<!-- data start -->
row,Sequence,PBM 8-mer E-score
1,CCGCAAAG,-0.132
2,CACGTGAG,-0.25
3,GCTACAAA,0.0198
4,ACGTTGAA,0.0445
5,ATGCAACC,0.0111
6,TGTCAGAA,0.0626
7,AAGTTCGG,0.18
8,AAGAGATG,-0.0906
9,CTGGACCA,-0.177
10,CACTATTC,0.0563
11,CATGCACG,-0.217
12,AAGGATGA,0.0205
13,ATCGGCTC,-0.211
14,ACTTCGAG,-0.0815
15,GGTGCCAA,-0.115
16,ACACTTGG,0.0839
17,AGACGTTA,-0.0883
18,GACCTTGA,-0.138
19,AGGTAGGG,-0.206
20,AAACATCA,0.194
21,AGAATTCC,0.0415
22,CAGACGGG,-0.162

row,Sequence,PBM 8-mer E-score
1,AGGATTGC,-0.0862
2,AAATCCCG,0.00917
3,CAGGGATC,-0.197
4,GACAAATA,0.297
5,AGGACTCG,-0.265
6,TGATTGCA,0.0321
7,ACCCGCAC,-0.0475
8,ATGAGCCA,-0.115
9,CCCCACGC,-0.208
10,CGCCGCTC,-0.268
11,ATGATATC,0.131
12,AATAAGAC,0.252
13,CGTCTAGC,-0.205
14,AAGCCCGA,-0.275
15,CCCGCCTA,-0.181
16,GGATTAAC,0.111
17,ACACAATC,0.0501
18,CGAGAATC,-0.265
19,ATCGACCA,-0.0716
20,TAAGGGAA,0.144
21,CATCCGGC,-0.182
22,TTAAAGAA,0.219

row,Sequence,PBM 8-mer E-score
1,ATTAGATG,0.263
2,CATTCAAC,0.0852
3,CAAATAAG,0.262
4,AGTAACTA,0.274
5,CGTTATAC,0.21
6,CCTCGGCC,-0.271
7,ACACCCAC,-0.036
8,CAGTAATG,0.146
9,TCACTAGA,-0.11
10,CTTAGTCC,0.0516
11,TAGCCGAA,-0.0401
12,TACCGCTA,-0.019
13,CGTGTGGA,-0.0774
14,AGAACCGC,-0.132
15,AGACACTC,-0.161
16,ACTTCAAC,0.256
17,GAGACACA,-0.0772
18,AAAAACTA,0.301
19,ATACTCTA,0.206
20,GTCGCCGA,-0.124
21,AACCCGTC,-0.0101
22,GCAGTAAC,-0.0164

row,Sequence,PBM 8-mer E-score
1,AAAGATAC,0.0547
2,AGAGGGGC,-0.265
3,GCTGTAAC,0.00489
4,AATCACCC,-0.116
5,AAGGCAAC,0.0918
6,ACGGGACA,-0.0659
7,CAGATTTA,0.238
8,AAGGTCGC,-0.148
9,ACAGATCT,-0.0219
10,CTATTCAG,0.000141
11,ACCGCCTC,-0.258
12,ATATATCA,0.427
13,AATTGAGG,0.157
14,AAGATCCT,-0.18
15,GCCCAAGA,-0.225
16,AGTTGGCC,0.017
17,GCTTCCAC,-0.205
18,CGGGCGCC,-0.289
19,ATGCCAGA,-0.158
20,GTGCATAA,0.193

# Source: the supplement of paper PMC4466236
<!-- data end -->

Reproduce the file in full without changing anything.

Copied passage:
row,Sequence,PBM 8-mer E-score
1,CCGCAAAG,-0.132
2,CACGTGAG,-0.25
3,GCTACAAA,0.0198
4,ACGTTGAA,0.0445
5,ATGCAACC,0.0111
6,TGTCAGAA,0.0626
7,AAGTTCGG,0.18
8,AAGAGATG,-0.0906
9,CTGGACCA,-0.177
10,CACTATTC,0.0563
11,CATGCACG,-0.217
12,AAGGATGA,0.0205
13,ATCGGCTC,-0.211
14,ACTTCGAG,-0.0815
15,GGTGCCAA,-0.115
16,ACACTTGG,0.0839
17,AGACGTTA,-0.0883
18,GACCTTGA,-0.138
19,AGGTAGGG,-0.206
20,AAACATCA,0.194
21,AGAATTCC,0.0415
22,CAGACGGG,-0.162

row,Sequence,PBM 8-mer E-score
1,AGGATTGC,-0.0862
2,AAATCCCG,0.00917
3,CAGGGATC,-0.197
4,GACAAATA,0.297
5,AGGACTCG,-0.265
6,TGATTGCA,0.0321
7,ACCCGCAC,-0.0475
8,ATGAGCCA,-0.115
9,CCCCACGC,-0.208
10,CGCCGCTC,-0.268
11,ATGATATC,0.131
12,AATAAGAC,0.252
13,CGTCTAGC,-0.205
14,AAGCCCGA,-0.275
15,CCCGCCTA,-0.181
16,GGATTAAC,0.111
17,ACACAATC,0.0501
18,CGAGAATC,-0.265
19,ATCGACCA,-0.0716
20,TAAGGGAA,0.144
21,CATCCGGC,-0.182
22,TTAAAGAA,0.219

row,Sequence,PBM 8-mer E-score
1,ATTAGATG,0.263
2,CATTCAAC,0.0852
3,CAAATAAG,0.262
4,AGTAACTA,0.274
5,CGTTATAC,0.21
6,CCTCGGCC,-0.271
7,ACACCCAC,-0.036
8,CAGTAATG,0.146
9,TCACTAGA,-0.11
10,CTTAGTCC,0.0516
11,TAGCCGAA,-0.0401
12,TACCGCTA,-0.019
13,CGTGTGGA,-0.0774
14,AGAACCGC,-0.132
15,AGACACTC,-0.161
16,ACTTCAAC,0.256
17,GAGACACA,-0.0772
18,AAAAACTA,0.301
19,ATACTCTA,0.206
20,GTCGCCGA,-0.124
21,AACCCGTC,-0.0101
22,GCAGTAAC,-0.0164

row,Sequence,PBM 8-mer E-score
1,AAAGATAC,0.0547
2,AGAGGGGC,-0.265
3,GCTGTAAC,0.00489
4,AATCACCC,-0.116
5,AAGGCAAC,0.0918
6,ACGGGACA,-0.0659
7,CAGATTTA,0.238
8,AAGGTCGC,-0.148
9,ACAGATCT,-0.0219
10,CTATTCAG,0.000141
11,ACCGCCTC,-0.258
12,ATATATCA,0.427
13,AATTGAGG,0.157
14,AAGATCCT,-0.18
15,GCCCAAGA,-0.225
16,AGTTGGCC,0.017
17,GCTTCCAC,-0.205
18,CGGGCGCC,-0.289
19,ATGCCAGA,-0.158
20,GTGCATAA,0.193

# Source: the supplement of paper PMC4466236